I'm open minded about it and I recently took a lesson from an 80 year old highly experienced and regularly performing jazz drummer, whose playing I adore, who urged me to do it. He can free improv beautifully as well as play conventional jazz highly creatively.

Am more than 50% likely to give it a go and would probably enjoy playing Tunisia if I could eventually do it like in that Jeff Hamilton video earlier on this thread.

My ultimate aim is to be, years of hard work down the track from now, as accomplished as I can be as a free improvisor in general, as well as improvising on changes and tunes in jazz protocols type settings for fun.
 
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JDA

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"50 tunes in 15 weeks" where students learnt entire tunes - playing (not accompanying) whole melodies on the kit!
don't confuse learning the form of tunes with....... pressing down on the heads (did he mean that?) and faking the melodies..
Knowing the Form of tunes is fundamental- that's might be what he meant? either way you get it..
 

Pibroch

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Beautiful! - I agree. The more I listen the more I love it.

As you probably know Ari was one of Ralph Peterson's star students so not surprised he can play so melodically. And his morphing from one groove to another is interesting and very musical.

Though I'm not fully convinced about one of his transitions in this clip, which seems maybe a little rushed, his playing didn't seem off - l am familiar with this folk tune and somewhat used to listening to traditionally played Korean traditional music: l have every Korean music album in the JVC World Sounds catalogue - a series which I can wholeheartedly recommend.

REALLY nice find and inspirational - thanks.
 
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Jazz Turkey

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Here area couple more ideas.
Joe Farnsworth with some words of wisdom. Melodic playing on a pad.
.

And Ari playing with Charlie Parker’s BilliesBounce on a 4 piece then the melodic rhythm with the snare against varying ride tempo.

.
 

Matched Gripper

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right..

if you have two small toms on the bass
they needn't descend (there's no law - the ina gadda da vida law was repealed in 1974)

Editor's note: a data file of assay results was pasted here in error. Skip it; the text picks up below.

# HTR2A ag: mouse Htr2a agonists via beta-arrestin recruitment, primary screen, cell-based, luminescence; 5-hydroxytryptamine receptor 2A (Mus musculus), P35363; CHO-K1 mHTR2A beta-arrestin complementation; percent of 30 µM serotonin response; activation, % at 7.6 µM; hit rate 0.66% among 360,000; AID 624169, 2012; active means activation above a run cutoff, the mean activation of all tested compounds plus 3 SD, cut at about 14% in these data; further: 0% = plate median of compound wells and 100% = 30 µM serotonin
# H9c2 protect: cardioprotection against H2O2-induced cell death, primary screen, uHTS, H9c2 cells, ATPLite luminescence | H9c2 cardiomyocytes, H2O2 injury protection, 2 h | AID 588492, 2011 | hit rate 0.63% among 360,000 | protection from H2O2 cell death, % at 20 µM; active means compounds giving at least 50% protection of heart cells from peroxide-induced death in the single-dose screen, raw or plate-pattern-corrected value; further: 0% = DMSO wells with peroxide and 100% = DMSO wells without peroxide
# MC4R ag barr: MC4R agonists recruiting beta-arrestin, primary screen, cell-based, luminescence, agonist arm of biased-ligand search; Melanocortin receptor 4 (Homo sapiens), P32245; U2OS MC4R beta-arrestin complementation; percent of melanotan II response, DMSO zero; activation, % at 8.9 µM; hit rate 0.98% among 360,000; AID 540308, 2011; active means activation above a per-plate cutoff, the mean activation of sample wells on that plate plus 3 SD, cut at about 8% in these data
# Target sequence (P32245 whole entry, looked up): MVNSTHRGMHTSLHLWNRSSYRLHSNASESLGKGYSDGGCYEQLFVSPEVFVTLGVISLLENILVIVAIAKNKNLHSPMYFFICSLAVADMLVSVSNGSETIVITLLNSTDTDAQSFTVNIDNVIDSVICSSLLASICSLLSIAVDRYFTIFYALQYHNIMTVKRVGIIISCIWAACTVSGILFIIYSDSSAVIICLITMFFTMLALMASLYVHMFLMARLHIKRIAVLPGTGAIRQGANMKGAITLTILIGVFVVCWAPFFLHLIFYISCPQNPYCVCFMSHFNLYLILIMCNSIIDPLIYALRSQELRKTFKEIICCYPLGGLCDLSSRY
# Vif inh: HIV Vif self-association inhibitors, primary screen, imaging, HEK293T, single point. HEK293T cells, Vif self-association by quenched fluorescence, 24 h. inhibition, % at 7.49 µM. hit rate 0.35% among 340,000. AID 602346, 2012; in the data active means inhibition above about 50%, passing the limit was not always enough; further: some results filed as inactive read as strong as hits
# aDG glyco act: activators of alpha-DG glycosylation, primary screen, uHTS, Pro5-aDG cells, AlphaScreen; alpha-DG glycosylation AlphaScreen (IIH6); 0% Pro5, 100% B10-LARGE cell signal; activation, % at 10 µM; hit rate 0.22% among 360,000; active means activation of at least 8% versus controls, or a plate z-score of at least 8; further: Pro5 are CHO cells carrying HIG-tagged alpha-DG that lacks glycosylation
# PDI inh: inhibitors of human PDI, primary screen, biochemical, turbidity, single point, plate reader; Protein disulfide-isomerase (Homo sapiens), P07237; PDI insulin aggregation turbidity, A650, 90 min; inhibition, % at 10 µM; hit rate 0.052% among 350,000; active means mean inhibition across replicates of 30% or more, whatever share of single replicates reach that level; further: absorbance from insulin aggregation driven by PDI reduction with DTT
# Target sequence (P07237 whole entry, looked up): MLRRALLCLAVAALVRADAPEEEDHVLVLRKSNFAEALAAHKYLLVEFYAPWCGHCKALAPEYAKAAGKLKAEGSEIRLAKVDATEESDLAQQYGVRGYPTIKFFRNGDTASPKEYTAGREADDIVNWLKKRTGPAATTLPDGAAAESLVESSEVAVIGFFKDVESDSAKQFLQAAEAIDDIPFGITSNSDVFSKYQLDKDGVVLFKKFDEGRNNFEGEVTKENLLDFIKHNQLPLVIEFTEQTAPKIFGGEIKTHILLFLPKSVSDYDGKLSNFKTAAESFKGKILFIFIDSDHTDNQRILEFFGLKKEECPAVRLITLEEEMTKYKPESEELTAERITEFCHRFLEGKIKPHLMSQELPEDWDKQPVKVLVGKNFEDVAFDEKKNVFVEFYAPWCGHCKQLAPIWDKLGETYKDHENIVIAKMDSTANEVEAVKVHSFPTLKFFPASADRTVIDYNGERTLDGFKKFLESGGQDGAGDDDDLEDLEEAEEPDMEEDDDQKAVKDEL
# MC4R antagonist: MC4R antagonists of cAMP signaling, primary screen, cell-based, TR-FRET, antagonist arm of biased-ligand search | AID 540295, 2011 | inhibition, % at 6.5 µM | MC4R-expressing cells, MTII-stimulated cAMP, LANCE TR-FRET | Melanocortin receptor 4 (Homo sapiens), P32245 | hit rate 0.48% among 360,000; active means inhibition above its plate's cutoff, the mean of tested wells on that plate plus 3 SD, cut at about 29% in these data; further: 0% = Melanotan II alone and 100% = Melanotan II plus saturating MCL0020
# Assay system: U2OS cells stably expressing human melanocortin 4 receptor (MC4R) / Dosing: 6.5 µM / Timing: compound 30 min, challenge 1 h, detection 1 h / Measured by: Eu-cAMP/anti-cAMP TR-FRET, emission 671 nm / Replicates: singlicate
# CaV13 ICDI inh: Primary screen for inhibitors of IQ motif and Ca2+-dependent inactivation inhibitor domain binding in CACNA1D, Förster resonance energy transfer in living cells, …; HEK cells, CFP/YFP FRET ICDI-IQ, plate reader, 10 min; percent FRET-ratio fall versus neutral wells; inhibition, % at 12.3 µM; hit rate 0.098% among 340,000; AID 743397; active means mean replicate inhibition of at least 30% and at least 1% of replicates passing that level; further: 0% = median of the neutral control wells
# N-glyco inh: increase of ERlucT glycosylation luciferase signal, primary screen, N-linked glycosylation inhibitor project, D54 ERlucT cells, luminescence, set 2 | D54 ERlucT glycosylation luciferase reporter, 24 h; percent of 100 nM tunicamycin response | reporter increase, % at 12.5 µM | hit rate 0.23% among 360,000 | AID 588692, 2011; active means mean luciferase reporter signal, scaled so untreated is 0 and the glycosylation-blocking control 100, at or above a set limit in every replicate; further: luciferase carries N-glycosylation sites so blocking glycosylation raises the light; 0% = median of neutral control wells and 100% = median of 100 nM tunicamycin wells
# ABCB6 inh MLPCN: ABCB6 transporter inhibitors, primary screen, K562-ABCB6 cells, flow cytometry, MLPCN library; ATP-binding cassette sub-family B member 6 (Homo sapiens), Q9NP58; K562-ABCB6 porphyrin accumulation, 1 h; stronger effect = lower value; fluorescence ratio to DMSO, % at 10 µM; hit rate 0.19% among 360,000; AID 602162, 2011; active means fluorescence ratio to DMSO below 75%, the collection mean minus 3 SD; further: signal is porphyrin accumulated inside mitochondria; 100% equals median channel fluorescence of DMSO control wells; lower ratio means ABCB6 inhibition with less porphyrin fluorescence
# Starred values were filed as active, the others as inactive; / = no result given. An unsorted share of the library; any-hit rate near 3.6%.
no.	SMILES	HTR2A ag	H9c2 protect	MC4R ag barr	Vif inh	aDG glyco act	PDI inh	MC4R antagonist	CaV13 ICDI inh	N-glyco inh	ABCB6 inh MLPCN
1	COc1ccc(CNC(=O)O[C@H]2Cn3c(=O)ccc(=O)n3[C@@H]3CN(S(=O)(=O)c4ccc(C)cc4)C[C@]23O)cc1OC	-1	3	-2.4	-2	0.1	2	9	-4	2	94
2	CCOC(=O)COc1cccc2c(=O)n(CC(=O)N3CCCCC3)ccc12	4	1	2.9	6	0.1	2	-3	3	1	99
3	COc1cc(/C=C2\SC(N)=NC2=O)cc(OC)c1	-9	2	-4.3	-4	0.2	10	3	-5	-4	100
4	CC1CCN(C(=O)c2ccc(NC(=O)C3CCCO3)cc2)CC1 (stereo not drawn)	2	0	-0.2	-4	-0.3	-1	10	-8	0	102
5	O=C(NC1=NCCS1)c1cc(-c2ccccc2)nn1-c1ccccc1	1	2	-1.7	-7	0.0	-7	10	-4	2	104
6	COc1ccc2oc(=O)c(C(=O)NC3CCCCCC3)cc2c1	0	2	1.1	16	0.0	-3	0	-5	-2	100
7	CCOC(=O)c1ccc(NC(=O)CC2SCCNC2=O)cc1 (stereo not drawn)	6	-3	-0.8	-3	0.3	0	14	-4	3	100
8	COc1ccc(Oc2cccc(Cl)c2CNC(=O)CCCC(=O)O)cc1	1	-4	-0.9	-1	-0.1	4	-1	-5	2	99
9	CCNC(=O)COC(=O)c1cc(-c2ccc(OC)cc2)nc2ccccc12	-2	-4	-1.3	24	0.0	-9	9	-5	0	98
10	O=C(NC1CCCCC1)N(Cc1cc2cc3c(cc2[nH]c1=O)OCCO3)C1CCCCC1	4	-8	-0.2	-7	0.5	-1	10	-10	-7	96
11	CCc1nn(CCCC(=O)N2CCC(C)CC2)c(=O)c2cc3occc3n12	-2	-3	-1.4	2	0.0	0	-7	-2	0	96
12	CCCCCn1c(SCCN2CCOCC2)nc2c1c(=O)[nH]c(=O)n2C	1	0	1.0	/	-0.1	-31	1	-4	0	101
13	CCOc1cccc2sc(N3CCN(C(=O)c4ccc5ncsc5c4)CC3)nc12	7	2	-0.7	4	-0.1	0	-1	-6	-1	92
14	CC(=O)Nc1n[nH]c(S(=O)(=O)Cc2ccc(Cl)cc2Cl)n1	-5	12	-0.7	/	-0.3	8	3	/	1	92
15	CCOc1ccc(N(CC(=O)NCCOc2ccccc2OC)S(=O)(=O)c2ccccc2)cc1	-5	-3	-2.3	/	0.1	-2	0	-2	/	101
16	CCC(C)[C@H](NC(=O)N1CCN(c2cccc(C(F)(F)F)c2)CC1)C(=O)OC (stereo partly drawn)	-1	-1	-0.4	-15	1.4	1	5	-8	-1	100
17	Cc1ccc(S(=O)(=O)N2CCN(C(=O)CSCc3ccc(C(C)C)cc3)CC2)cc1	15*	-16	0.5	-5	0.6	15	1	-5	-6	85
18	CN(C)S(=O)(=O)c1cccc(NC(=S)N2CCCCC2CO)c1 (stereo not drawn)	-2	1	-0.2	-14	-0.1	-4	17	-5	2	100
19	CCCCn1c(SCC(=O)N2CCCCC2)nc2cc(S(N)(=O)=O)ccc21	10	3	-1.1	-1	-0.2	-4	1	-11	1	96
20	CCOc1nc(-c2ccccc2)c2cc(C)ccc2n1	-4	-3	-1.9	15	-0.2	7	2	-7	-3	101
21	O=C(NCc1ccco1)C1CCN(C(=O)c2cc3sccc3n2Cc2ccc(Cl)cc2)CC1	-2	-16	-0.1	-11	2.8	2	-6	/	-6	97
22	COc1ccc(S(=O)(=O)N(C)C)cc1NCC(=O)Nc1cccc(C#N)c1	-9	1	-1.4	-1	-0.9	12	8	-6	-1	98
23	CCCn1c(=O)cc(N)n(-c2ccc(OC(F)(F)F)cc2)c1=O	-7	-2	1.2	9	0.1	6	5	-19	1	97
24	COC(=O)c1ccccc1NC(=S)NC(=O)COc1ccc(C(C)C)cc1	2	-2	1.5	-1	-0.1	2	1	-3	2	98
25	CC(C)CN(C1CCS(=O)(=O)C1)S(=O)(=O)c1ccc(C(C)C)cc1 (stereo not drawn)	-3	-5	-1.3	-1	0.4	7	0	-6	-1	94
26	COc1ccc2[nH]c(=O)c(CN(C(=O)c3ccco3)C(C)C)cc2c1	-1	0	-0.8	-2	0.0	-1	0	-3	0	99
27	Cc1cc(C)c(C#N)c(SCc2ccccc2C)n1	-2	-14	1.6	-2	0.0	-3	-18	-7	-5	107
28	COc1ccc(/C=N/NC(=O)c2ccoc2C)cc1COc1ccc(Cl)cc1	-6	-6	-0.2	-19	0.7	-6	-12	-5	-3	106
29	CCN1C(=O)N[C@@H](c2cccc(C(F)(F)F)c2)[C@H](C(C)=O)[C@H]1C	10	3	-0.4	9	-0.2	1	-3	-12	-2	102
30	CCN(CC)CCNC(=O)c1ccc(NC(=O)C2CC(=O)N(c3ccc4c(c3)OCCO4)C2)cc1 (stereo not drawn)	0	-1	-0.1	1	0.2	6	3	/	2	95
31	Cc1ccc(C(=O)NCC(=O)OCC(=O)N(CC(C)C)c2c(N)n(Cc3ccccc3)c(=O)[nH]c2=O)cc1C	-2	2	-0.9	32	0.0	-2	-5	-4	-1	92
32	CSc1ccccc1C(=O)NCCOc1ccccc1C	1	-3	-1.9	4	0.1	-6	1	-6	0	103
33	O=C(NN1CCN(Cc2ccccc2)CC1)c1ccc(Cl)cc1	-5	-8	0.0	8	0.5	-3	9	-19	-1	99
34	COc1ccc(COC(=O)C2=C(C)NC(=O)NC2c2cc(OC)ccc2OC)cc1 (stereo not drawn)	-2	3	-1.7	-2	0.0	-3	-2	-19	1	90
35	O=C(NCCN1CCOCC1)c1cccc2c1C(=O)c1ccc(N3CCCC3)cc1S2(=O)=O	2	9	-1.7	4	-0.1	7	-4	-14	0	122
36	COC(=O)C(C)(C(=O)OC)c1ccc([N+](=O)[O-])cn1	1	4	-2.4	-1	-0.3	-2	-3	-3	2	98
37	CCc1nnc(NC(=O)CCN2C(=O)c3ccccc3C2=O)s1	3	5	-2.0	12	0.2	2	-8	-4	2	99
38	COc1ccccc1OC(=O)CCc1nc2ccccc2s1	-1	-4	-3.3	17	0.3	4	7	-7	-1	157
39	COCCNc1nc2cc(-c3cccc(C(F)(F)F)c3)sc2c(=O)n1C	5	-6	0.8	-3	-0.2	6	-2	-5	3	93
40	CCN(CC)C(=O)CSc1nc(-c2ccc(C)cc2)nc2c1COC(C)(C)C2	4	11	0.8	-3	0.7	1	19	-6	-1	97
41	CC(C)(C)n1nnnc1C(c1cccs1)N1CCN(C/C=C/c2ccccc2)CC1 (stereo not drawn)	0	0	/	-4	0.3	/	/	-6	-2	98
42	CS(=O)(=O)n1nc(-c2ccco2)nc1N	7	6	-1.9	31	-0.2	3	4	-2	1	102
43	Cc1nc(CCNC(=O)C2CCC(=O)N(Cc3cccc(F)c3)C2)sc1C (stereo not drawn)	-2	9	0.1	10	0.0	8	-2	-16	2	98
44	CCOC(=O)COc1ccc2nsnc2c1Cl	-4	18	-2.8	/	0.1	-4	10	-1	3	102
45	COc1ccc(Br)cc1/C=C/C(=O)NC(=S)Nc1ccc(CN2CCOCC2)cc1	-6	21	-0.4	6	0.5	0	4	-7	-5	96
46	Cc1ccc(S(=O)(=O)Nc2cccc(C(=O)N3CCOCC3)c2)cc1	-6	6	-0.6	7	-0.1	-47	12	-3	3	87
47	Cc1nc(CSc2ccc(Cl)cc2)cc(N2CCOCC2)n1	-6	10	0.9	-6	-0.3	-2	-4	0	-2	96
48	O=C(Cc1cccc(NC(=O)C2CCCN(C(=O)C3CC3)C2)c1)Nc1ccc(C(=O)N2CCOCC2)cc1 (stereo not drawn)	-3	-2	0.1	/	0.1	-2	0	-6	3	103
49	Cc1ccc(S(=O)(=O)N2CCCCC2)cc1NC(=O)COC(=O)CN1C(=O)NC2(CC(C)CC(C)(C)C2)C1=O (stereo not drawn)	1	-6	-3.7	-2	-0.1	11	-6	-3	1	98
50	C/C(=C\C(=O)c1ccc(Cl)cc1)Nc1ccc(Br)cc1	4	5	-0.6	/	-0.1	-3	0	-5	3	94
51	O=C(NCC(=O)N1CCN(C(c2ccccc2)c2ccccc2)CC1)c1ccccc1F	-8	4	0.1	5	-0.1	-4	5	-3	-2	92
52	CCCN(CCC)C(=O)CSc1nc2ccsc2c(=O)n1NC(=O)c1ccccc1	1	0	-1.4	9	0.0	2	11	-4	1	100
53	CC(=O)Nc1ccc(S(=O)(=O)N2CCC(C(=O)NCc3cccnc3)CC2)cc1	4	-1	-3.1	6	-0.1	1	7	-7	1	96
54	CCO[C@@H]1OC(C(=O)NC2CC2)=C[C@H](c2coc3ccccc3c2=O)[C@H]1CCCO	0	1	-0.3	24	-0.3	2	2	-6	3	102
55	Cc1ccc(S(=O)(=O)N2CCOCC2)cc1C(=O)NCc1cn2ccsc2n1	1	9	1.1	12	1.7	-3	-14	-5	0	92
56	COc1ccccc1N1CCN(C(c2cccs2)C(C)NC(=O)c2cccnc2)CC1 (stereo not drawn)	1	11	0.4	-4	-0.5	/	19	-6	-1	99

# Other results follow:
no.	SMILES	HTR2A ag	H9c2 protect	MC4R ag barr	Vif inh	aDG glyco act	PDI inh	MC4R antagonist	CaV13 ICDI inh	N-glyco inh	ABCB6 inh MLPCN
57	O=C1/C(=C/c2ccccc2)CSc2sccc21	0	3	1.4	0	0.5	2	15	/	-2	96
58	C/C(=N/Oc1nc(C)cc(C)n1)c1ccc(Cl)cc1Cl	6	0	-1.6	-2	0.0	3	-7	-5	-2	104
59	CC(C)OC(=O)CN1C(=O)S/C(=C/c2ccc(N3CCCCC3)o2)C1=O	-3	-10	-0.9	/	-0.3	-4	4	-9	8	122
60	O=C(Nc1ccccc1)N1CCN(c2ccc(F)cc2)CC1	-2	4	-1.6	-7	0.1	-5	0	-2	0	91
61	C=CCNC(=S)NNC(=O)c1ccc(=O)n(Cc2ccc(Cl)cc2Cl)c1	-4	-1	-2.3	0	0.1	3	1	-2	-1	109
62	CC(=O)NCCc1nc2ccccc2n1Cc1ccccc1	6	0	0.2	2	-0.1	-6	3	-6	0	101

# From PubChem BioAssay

So you can make up your own arrangement of your (own) drums
Actually, it might be a misdemeanor in some jurisdictions to set up your toms out of order. Best to check local ordinances.
 

toddbishop

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To my way of thinking, everything you play on the drums is melody. Melody is just the pitch element of two or more notes played in musical time-- maybe close enough to each other to be perceived as part of the same melodic statement. You have a bunch of drums and cymbals that have different pitches (even if they are untempered), on some of them you can do pitch bends--- or not. Melody doesn't have to have more than one pitch. So it's not really about the instrument, it's about how you approach your own playing. Are you paying attention to the melodic element of your playing, or are you just whacking on some stuff?

I suppose it would help if you tuned your drums to have a fairly pure tone, with musical sounding intervals between them. And chose your cymbals to have nice intervals.

The thing of playing actual pitches-- it's kind of a parlor trick, a thing you do for a drum feature, it's not a normal part of playing the instrument. Hoenig isn't playing entire tunes as a pitched melodic instrument, he's playing the worked out thing and then going back to playing drums. Might as well just grab a saxophone and play a few bars badly if you're doing to do that.
 
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Pibroch

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Pedal_Pusher

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I'm an old fart so I immediately thought of a Joe Morello version of Shortnin' Bread. I am not sure which Dave Brubeck album it is on, but it is worth checking out. There are probably more like this among old time jazz drummers but this is the one that popped into my mind. Happy hunting!